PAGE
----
The Wikipedia page on U and non-U English describes the nature of these two "sociolects" and gives a number of examples in a table. What I find intriguing is that most of this examination of the difference between the practical vocabulary of the middle and upper classes occurred in 1950s Britain/England (when Ross and Milford wrote about it). A great deal of time has passed since then, so I'm curious if anyone (scholar or otherwise) has examined these sociolects in the present day.
I am personally a middle-class Brit, with very limited interaction with the upper classes (perhaps just a bit at university), and furthermore, since the BBC and the like stopped insisting on "Queen's English" (both the accent and arguably the use of U English) in the 80s/90s, it has become harder to judge, I reckon. Perhaps Queen's Speeches can still give the everyman a glimpse into U English though! In any case, the table on the aforementioned Wikipedia page gives some pairs of words that I can clearly identify still have a U/non-U distinction (with the upper-middle classes these days often using the U form), but also some where I am tempted to say the non-U form of previous decades has become the U form. Here are some of those developments that I posit:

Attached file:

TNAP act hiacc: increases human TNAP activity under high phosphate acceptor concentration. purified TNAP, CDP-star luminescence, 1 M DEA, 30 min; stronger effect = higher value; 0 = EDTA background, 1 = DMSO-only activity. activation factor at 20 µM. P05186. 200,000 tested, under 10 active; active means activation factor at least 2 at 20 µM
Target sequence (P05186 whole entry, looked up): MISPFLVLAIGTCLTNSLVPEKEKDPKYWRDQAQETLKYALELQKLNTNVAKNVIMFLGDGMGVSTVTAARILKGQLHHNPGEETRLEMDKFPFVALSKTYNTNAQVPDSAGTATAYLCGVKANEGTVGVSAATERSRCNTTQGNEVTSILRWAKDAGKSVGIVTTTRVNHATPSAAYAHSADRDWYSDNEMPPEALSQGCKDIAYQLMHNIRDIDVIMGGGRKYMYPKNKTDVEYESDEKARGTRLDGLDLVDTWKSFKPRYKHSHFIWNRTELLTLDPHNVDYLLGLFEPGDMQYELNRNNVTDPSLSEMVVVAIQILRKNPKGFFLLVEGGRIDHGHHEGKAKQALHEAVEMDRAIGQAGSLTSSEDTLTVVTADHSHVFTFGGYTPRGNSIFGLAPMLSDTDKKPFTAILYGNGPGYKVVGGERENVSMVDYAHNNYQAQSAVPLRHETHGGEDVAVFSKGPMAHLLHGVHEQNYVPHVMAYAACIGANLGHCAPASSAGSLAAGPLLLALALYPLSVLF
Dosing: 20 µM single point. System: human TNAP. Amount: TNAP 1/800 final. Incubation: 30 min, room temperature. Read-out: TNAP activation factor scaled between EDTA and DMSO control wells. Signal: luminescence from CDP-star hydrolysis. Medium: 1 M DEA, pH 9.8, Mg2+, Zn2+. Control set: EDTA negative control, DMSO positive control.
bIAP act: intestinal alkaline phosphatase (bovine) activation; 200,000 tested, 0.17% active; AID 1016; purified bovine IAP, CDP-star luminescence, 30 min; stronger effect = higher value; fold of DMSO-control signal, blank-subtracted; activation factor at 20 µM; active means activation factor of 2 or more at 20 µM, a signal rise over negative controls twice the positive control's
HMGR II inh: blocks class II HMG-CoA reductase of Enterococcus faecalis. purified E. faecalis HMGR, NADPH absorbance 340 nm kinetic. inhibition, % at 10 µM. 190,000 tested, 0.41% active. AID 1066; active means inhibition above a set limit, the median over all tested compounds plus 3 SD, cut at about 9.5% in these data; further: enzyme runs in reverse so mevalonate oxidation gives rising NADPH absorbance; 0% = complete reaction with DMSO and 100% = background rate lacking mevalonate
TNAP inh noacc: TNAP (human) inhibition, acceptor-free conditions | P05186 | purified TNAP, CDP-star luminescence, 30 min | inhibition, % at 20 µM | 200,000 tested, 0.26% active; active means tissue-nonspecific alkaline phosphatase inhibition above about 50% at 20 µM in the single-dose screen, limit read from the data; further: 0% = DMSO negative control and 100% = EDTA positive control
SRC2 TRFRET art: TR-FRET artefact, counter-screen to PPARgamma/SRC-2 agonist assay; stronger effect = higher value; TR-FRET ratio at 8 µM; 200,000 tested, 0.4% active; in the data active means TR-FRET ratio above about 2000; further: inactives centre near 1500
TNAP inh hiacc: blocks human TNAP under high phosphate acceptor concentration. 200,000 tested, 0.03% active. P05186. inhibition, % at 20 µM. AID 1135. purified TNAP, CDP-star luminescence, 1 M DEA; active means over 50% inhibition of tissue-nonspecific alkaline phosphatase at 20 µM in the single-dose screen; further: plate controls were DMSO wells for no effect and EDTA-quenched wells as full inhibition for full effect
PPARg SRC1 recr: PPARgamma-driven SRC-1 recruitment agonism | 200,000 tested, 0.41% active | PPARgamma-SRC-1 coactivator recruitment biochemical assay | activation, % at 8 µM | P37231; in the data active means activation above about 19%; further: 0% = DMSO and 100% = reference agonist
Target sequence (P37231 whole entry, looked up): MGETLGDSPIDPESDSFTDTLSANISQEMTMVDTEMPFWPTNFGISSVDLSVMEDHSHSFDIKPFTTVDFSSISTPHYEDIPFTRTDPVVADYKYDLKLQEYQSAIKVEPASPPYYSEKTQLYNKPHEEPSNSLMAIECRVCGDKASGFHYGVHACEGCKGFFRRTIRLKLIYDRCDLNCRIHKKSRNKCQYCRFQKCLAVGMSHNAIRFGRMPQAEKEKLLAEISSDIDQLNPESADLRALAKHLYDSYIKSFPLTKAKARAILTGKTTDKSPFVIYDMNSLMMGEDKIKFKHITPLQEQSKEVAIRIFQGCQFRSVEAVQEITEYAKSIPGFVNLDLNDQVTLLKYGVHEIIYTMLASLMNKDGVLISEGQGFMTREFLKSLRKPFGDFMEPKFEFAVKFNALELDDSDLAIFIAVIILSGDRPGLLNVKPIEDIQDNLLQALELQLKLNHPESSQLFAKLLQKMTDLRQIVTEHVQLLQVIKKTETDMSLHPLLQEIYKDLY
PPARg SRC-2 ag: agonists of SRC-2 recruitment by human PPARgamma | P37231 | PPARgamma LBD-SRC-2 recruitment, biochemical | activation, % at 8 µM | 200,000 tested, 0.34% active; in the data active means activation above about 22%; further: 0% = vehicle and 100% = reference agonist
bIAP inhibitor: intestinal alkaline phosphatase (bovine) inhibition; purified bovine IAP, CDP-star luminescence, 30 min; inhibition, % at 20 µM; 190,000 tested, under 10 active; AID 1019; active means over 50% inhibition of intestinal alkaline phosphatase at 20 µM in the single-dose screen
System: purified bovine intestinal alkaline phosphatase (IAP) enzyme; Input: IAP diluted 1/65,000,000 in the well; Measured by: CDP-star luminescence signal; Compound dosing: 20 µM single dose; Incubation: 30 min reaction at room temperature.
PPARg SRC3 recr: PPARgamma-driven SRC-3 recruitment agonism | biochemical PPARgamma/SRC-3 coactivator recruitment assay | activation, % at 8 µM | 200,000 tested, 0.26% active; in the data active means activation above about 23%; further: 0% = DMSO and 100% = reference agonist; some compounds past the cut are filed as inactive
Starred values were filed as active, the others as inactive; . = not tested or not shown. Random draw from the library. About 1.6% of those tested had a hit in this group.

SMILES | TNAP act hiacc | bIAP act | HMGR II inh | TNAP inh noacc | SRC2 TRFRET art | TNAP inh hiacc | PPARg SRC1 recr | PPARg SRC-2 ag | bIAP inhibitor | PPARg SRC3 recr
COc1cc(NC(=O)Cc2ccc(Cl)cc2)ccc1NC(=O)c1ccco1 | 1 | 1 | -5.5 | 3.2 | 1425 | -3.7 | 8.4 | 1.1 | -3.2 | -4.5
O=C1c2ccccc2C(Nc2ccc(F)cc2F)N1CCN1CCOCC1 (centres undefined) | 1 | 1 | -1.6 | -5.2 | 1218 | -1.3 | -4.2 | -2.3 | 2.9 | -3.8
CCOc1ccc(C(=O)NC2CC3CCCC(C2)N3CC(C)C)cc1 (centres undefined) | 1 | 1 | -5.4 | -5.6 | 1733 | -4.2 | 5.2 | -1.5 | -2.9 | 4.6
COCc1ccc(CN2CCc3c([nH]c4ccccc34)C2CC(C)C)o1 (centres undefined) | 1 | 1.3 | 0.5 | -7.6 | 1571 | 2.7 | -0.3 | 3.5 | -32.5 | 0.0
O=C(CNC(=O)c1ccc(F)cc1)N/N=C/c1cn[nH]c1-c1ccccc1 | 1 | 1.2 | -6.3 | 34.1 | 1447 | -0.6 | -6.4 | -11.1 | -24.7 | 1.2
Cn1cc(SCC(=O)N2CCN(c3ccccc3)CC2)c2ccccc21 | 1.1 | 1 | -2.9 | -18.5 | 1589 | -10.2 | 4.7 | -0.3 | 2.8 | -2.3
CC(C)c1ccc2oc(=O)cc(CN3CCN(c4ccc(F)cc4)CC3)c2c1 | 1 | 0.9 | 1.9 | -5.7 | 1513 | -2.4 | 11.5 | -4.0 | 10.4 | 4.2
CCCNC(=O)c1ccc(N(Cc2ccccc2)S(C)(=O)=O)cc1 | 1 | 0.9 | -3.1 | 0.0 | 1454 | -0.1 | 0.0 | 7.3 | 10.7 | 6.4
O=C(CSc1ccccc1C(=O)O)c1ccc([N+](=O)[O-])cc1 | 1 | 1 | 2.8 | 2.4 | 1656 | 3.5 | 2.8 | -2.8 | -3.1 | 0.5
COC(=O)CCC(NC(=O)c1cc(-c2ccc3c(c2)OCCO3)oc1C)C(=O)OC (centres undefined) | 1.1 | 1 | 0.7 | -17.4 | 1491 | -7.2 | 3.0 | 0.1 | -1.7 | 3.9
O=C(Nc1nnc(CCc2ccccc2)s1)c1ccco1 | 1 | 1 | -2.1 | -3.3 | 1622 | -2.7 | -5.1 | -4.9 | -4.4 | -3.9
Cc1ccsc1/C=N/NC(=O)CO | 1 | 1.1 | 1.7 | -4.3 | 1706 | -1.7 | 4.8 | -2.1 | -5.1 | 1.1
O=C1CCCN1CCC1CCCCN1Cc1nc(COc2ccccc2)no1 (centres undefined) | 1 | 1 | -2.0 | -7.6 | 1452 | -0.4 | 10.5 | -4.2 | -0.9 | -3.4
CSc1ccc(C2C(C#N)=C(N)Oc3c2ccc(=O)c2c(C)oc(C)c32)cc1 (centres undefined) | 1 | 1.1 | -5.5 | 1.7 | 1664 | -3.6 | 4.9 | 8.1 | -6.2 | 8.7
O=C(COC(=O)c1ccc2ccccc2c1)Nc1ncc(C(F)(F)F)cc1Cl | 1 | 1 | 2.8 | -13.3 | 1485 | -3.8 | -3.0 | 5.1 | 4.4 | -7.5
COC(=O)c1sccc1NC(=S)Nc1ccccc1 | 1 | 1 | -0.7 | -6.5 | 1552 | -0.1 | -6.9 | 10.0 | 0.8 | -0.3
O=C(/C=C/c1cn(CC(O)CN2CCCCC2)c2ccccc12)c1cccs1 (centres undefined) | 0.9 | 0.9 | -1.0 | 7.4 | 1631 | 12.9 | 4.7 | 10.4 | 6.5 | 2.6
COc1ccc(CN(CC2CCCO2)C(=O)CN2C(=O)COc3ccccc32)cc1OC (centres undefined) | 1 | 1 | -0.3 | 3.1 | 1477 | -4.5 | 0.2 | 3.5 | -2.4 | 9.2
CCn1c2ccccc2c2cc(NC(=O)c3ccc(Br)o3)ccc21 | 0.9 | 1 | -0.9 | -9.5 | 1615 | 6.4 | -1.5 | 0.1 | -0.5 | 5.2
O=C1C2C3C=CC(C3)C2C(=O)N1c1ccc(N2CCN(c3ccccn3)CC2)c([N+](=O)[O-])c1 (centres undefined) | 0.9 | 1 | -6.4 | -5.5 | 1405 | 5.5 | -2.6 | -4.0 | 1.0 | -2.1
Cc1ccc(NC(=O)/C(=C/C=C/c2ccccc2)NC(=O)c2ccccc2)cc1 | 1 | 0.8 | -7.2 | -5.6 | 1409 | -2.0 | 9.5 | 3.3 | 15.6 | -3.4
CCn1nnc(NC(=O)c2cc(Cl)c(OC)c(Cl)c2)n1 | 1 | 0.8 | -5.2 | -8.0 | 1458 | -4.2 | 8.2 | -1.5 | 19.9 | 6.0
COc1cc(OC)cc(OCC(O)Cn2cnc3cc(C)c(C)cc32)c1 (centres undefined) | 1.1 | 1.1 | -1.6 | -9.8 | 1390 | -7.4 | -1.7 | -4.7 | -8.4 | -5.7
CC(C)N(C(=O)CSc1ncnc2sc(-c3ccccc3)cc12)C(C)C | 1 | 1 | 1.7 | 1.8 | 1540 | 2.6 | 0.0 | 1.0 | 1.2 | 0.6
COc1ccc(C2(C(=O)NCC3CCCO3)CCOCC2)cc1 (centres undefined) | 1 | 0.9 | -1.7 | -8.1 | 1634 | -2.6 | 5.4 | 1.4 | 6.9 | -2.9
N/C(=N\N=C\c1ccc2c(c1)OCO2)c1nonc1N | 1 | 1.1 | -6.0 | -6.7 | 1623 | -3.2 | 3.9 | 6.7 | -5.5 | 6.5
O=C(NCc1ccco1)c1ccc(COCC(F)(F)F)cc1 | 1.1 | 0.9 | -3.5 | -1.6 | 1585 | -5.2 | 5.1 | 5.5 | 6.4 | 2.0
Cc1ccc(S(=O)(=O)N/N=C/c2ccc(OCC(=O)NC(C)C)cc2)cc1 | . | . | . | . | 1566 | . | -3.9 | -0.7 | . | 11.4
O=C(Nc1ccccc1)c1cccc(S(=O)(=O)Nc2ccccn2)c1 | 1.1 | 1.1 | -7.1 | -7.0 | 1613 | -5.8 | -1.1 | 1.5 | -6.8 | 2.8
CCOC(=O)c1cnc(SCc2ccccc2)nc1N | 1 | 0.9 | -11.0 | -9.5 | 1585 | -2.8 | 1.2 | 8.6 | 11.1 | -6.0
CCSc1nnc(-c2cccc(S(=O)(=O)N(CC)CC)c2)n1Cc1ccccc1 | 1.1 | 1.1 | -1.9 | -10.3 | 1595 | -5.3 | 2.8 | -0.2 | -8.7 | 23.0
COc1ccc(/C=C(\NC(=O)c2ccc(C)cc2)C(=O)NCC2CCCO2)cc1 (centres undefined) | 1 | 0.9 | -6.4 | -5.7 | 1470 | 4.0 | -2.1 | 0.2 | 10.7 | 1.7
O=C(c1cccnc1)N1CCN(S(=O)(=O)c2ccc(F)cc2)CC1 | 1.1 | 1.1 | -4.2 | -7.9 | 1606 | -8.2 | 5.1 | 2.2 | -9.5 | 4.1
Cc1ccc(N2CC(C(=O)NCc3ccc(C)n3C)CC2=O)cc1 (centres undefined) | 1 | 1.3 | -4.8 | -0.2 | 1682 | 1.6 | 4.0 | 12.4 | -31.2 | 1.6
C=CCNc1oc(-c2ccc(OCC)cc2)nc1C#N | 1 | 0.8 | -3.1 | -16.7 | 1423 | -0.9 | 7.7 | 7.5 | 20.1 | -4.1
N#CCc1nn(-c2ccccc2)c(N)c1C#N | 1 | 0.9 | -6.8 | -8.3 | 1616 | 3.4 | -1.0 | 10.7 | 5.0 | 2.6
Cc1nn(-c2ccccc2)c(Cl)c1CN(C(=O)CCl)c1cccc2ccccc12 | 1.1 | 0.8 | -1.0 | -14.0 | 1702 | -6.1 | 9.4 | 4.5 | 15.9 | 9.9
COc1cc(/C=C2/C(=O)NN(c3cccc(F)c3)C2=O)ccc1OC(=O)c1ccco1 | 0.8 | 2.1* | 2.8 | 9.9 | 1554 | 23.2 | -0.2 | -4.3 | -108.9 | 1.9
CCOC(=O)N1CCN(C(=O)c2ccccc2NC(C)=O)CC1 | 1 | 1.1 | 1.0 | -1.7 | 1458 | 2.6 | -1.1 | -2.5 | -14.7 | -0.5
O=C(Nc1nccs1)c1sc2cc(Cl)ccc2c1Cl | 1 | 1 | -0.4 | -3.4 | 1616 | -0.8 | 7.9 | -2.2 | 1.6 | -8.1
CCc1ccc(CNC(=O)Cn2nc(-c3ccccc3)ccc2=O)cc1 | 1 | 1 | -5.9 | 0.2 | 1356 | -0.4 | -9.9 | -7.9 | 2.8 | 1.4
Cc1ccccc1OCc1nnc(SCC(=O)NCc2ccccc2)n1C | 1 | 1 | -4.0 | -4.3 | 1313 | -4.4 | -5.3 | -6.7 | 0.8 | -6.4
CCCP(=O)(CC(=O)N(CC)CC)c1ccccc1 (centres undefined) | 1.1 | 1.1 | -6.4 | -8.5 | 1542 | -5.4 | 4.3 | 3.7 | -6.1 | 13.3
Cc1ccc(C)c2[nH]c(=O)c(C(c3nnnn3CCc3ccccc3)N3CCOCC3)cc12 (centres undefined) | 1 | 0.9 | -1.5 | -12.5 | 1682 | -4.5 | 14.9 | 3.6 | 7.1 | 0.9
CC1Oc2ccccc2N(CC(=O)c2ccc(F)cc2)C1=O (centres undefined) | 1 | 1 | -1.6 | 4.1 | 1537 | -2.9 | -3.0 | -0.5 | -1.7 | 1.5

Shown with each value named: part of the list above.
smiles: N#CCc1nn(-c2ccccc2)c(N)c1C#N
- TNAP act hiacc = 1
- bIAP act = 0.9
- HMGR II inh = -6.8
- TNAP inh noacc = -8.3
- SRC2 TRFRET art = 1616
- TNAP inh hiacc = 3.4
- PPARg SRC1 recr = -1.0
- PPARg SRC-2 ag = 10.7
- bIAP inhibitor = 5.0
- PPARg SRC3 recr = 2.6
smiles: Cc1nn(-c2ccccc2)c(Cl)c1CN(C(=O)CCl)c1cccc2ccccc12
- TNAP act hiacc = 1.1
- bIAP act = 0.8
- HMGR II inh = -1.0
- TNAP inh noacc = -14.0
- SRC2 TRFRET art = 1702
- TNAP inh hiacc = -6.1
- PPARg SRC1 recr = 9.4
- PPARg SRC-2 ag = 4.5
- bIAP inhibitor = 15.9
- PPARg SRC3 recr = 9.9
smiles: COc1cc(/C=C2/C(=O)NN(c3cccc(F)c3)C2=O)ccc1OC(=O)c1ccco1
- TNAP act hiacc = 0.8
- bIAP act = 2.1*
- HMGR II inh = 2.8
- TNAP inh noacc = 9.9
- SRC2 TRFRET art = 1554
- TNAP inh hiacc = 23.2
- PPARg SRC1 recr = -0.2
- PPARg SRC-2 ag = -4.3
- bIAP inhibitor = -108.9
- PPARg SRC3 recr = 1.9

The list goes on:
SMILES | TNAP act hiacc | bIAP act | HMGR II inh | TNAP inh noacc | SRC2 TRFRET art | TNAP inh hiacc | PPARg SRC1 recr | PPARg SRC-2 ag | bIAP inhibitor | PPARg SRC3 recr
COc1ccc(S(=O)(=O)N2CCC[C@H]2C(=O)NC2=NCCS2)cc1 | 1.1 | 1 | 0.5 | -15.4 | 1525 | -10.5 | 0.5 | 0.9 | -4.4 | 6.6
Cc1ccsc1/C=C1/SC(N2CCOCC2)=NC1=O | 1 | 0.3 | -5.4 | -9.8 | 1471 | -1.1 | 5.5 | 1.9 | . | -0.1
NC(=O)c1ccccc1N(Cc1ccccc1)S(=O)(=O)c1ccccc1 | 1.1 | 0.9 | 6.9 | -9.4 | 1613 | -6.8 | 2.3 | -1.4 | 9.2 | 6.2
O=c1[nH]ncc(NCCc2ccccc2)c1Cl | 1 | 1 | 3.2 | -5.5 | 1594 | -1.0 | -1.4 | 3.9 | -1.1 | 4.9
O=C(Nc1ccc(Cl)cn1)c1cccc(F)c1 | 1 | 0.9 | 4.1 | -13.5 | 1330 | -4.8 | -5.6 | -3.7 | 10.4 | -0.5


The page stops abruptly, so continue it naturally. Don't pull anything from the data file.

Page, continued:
Teacher(perhaps with the former U word still used for teachers of a higher rank at a public school?)
In brief, I would be interested in any essays/works confirming some changes like the above (or even personal experience), as well as additional examples.